And Vittor, calling her a paragon of American beauty, asked her to pose for a sculpture. Leaver wore a bathing suit during both of her modeling sessions, but when Vittor unveiled the statue, she was stunned to see that he had depicted her in the nude.

Worried that the Miss America Pageant would strip Leaver of her crown for moral turpitude, her manager, George Tyson, threatened a lawsuit. Henrietta "is an old-fashioned girl," he said, and very modest.

The story caused a national sensation, though a few newspapers suspected Tyson was just trying to keep Leaver's career alive. ("Sounds like press agent hooey to us," sniffed the Uniontown Daily News Standard.)

"Go ahead and sue," said Vittor, who commissioned a jury of local artists to examine the sculpture and decide whether it was "licentious."

. . .

The art experts included Henry Hornbostel, head of the architecture department at Carnegie Institute of Technology; Raymond Simboli and Joseph Bailey Ellis, art professors at Carnegie Tech; painters Pio Pizzi and Vincent Nesbert; sculptor Sue Marshall Brown; and art critic J.B. Davis.

Along with Leaver, Tyson, and several newspaper reporters, the jurors gathered in Vittor's studio on Nov. 1 to view the statue. What the Daily News described as a "long and voluble discussion" followed.

Tyson's suggestion that the statue be draped to cover Leaver's breasts and hips was greeted with "hoots of derision," the newspaper reported.

"If you are not proud of your body, you might as well close up shop," Hornbostel told Leaver.

"If she is so modest, why did she enter the contest in the first place?" Nesbert asked. The jury ultimately pronounced the statue tasteful. A group of Carnegie Tech art students invited to examine the sculpture agreed.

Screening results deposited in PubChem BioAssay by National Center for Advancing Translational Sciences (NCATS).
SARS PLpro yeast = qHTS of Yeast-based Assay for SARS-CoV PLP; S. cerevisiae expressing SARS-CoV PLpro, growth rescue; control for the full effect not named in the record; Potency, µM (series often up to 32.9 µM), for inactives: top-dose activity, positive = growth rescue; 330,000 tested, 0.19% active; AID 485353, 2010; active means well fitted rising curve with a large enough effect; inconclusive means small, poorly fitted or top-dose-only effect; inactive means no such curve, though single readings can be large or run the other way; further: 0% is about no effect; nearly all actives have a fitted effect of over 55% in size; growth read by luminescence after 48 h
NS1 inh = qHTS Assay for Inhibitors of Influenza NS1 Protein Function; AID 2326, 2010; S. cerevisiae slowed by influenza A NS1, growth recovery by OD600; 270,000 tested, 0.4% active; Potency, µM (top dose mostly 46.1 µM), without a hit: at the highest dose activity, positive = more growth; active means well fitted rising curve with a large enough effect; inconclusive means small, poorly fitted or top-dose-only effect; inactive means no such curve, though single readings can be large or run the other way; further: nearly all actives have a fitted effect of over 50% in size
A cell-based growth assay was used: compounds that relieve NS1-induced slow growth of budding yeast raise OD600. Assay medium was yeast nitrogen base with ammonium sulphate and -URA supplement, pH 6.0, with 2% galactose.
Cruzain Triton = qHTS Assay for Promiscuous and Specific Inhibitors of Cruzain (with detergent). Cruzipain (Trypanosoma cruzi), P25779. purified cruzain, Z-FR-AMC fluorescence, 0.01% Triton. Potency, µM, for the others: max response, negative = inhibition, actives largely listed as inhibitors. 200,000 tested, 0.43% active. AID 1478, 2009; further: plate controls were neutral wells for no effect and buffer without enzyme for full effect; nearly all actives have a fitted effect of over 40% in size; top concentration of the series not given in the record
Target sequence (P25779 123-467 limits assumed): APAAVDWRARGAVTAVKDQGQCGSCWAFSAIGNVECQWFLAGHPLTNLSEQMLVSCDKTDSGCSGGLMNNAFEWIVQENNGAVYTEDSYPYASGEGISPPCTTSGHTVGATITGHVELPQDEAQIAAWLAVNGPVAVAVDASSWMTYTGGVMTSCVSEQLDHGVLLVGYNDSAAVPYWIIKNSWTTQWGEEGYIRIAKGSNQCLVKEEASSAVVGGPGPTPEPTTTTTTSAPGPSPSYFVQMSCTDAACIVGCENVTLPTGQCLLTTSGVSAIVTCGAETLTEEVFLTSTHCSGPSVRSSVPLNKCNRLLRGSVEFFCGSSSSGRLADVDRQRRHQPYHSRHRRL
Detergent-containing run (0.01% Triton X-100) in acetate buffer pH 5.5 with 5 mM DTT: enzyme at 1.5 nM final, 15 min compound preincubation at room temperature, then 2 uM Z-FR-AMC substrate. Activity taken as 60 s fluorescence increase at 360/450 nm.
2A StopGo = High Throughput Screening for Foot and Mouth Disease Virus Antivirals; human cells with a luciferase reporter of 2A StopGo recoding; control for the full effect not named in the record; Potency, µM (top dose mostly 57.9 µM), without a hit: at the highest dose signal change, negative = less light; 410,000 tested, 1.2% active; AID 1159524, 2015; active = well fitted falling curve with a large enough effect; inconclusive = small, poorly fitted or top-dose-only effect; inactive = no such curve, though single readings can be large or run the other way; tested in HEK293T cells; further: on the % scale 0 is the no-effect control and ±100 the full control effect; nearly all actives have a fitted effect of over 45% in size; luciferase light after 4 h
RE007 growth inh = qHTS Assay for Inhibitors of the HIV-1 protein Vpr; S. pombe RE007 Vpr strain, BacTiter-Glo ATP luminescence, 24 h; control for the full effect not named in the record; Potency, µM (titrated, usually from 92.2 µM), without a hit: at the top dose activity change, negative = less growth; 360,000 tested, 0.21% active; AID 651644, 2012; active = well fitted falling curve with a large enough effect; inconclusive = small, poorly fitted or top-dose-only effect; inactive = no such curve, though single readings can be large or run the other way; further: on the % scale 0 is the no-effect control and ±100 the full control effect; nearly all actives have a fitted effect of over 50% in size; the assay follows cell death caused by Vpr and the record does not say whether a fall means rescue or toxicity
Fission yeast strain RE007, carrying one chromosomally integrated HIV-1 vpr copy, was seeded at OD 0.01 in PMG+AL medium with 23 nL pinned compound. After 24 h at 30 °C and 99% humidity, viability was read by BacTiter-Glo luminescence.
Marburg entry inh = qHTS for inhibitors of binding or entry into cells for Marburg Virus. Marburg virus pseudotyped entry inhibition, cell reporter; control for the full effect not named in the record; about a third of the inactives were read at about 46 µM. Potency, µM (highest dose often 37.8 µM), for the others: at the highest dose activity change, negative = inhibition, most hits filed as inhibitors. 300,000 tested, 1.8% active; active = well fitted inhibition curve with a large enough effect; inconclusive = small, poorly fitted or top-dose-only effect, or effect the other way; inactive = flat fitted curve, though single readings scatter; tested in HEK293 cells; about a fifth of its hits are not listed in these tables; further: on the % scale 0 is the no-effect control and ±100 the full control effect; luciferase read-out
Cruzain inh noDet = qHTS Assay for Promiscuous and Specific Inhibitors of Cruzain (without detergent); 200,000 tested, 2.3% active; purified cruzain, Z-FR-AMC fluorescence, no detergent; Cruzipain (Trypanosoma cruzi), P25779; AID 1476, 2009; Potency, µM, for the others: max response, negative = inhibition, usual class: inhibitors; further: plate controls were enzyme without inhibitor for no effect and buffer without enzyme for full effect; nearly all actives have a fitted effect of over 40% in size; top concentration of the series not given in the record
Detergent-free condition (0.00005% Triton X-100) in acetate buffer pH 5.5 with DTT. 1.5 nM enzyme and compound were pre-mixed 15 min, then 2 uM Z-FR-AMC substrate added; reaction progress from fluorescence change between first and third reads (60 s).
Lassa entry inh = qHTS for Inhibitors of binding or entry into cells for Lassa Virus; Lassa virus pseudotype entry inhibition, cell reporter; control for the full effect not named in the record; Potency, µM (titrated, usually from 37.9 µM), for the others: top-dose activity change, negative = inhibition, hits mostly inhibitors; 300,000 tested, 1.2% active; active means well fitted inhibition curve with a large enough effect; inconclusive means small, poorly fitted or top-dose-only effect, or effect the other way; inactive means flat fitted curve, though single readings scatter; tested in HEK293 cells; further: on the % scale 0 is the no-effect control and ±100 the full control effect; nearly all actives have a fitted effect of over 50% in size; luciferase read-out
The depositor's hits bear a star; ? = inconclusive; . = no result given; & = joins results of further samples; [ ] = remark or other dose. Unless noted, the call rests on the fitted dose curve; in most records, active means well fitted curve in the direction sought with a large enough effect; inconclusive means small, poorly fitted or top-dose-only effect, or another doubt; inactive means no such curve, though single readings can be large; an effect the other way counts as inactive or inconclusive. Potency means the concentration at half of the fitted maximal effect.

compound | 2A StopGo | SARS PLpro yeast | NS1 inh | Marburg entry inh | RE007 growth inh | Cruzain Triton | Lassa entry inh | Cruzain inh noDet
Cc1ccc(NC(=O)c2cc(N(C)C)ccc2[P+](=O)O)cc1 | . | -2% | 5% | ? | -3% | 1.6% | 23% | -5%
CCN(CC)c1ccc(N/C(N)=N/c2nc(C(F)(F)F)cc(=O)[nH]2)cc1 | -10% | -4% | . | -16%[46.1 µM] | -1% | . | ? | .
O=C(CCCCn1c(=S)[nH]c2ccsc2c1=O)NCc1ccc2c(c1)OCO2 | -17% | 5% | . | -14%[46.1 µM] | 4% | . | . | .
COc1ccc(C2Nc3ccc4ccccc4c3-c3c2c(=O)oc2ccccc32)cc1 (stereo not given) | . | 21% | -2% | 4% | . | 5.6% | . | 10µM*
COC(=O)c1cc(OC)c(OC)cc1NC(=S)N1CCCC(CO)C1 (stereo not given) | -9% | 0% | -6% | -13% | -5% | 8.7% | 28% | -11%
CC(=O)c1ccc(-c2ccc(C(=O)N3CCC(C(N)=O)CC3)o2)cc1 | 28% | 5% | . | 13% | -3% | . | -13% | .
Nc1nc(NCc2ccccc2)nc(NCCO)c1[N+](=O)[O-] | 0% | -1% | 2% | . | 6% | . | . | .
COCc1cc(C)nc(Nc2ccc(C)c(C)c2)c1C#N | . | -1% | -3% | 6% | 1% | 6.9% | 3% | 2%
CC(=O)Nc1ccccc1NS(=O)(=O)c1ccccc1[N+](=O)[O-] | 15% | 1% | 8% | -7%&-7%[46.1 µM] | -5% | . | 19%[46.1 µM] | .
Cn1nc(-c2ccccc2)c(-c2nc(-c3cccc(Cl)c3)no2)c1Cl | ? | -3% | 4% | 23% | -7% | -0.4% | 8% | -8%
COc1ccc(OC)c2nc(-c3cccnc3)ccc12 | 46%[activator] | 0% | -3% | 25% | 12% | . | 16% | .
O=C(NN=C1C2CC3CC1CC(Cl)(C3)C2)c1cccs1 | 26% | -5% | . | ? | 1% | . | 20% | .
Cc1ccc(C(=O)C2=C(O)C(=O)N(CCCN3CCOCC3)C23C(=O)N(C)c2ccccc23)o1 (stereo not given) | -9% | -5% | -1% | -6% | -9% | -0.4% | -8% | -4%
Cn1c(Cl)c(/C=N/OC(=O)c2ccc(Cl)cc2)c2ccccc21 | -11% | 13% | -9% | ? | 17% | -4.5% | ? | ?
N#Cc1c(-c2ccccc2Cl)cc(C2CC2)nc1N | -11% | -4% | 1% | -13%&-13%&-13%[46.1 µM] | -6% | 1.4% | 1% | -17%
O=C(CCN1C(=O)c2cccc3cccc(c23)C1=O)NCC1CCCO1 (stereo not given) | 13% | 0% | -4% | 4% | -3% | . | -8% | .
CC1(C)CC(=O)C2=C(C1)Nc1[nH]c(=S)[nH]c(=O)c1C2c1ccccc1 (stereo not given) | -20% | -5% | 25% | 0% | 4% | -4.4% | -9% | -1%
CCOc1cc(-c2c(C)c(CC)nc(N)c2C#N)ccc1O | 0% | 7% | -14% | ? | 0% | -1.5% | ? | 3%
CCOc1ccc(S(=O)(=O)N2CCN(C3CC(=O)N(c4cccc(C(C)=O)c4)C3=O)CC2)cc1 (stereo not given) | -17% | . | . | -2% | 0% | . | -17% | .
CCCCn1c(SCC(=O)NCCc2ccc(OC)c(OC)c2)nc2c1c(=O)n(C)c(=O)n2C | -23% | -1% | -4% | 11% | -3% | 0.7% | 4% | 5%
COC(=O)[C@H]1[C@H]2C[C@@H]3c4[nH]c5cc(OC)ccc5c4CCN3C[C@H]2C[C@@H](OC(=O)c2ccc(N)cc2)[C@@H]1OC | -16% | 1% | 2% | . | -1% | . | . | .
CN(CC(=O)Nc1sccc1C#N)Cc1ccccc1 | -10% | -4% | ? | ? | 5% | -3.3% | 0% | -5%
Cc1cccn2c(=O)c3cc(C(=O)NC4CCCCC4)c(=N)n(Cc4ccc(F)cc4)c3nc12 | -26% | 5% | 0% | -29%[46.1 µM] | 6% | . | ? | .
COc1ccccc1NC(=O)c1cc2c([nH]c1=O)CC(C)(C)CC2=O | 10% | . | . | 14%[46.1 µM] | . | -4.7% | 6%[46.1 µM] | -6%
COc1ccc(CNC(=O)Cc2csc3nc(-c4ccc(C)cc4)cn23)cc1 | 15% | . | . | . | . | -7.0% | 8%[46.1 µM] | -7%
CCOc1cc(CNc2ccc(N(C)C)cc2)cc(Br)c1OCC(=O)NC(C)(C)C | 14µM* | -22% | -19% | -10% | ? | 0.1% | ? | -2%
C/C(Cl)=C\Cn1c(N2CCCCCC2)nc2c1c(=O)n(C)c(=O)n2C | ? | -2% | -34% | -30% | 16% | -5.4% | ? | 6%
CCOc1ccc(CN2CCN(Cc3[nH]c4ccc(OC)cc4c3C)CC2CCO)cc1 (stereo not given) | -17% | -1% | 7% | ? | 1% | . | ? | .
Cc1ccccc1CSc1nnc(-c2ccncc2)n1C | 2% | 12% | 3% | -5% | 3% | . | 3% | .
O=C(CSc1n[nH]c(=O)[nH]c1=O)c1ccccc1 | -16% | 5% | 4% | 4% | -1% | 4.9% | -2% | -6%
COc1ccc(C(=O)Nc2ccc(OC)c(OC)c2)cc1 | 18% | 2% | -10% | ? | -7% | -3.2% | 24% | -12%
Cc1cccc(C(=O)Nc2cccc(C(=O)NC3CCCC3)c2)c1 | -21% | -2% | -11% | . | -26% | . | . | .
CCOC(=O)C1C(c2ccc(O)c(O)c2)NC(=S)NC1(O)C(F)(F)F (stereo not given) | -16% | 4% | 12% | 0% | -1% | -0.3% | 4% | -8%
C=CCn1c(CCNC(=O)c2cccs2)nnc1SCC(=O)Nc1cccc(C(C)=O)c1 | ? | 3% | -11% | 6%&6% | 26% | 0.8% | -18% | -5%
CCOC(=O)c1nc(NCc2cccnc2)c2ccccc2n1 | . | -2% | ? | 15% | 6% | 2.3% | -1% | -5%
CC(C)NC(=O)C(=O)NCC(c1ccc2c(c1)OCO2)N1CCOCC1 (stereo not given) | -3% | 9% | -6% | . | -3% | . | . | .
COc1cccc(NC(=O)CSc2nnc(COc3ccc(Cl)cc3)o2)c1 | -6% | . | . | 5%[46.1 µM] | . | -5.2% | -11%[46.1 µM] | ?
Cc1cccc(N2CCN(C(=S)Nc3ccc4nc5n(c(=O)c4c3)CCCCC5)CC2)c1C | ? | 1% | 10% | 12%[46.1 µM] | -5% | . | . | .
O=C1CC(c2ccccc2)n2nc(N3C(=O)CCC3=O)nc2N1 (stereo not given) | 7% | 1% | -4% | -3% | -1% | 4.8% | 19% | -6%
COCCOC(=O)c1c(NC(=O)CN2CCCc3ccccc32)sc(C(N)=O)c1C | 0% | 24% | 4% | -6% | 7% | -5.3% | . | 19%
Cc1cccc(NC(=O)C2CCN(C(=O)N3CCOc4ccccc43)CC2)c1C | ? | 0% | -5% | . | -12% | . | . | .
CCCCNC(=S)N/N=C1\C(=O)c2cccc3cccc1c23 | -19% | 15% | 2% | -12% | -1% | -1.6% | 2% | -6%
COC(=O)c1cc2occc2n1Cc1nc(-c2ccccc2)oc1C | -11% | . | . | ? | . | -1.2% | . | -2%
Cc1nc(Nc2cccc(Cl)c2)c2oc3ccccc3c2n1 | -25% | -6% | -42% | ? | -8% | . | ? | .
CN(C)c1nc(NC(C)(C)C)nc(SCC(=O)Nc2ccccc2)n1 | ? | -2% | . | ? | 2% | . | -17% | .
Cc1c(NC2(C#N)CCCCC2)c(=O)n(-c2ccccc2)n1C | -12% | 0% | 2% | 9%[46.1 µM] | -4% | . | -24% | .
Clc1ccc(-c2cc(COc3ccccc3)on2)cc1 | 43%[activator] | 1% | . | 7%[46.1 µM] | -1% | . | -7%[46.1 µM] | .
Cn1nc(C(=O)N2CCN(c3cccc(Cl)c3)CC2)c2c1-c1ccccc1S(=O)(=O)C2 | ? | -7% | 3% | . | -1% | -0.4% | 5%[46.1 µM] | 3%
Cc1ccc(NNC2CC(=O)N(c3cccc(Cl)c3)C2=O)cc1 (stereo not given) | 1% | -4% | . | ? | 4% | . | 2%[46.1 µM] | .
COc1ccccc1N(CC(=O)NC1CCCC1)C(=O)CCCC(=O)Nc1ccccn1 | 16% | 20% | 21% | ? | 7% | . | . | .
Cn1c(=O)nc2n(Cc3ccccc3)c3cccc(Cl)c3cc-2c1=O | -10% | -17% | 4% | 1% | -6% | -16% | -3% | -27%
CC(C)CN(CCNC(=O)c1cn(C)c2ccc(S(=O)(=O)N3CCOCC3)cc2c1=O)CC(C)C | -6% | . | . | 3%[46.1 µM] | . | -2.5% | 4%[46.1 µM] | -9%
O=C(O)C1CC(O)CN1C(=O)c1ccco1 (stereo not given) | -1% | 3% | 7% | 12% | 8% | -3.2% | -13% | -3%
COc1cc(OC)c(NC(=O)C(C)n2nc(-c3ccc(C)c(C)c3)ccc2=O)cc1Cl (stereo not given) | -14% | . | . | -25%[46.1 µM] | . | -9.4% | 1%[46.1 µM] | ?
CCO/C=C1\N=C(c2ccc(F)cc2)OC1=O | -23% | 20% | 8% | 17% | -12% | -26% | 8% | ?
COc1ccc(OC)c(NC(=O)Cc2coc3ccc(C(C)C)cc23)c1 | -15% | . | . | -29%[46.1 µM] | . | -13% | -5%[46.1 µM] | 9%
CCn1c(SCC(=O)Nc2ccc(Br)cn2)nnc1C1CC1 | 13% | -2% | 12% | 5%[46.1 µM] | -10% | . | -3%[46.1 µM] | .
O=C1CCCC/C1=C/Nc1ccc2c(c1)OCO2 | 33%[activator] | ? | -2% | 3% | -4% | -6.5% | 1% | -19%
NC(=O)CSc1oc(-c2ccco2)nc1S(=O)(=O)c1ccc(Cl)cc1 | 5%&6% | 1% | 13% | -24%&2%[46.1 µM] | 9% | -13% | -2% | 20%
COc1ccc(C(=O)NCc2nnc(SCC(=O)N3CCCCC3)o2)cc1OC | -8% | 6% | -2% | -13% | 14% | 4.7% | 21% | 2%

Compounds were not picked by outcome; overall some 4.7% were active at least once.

. . .

Leaver promised to "poll her friends" to decide whether to pursue her lawsuit, but nothing ever came of it.

Nothing came of Leaver's screen tests in Hollywood, either. She reportedly made one small appearance in a Dick Powell film called "Stage Struck," and tried out for a role in a Shirley Temple film, but was rejected.

In August 1936, a month after finally confessing to their secret marriage, the Mustacchios told the McKeesport Daily News that Henrietta was "awaiting the visit of the stork" and retiring from show business.

"Hen had a chance to go to an acting school and continue her career if she wanted to do that," John Mustacchio said, "but she figured that I had given up enough for her while she was Miss America, and that she ought to give up something for me."

He admitted that concealing the marriage had been "a mistake," but said the couple was scared.

"The Miss America business and the hope for a stage career are all over now," Celia Leaver said. "'Hen' is now Mrs. John Mustacchio, and that's all there is to it."

. . .

Leaver eventually had two daughters, divorced Mustacchio, and remarried. She settled in Columbus, Ohio, where she became a clothing buyer for Montaldo's, a chain of clothing stores. Leaver died of cancer on Sept. 18, 1993, age 77.

Besides the Gettysburg coin, Vittor went onto create the statue of Honus Wagner that stood outside Forbes Field and the Christopher Columbus monument in Schenley Park. He died in 1968.

But what became of the Henrietta Leaver statue? No one seems to know. If it's on display somewhere, its owner isn't advertising the fact.

So even if Henrietta Leaver wasn't successful getting the statue draped or destroyed, its current obscurity apparently means she's gotten the last laugh after all.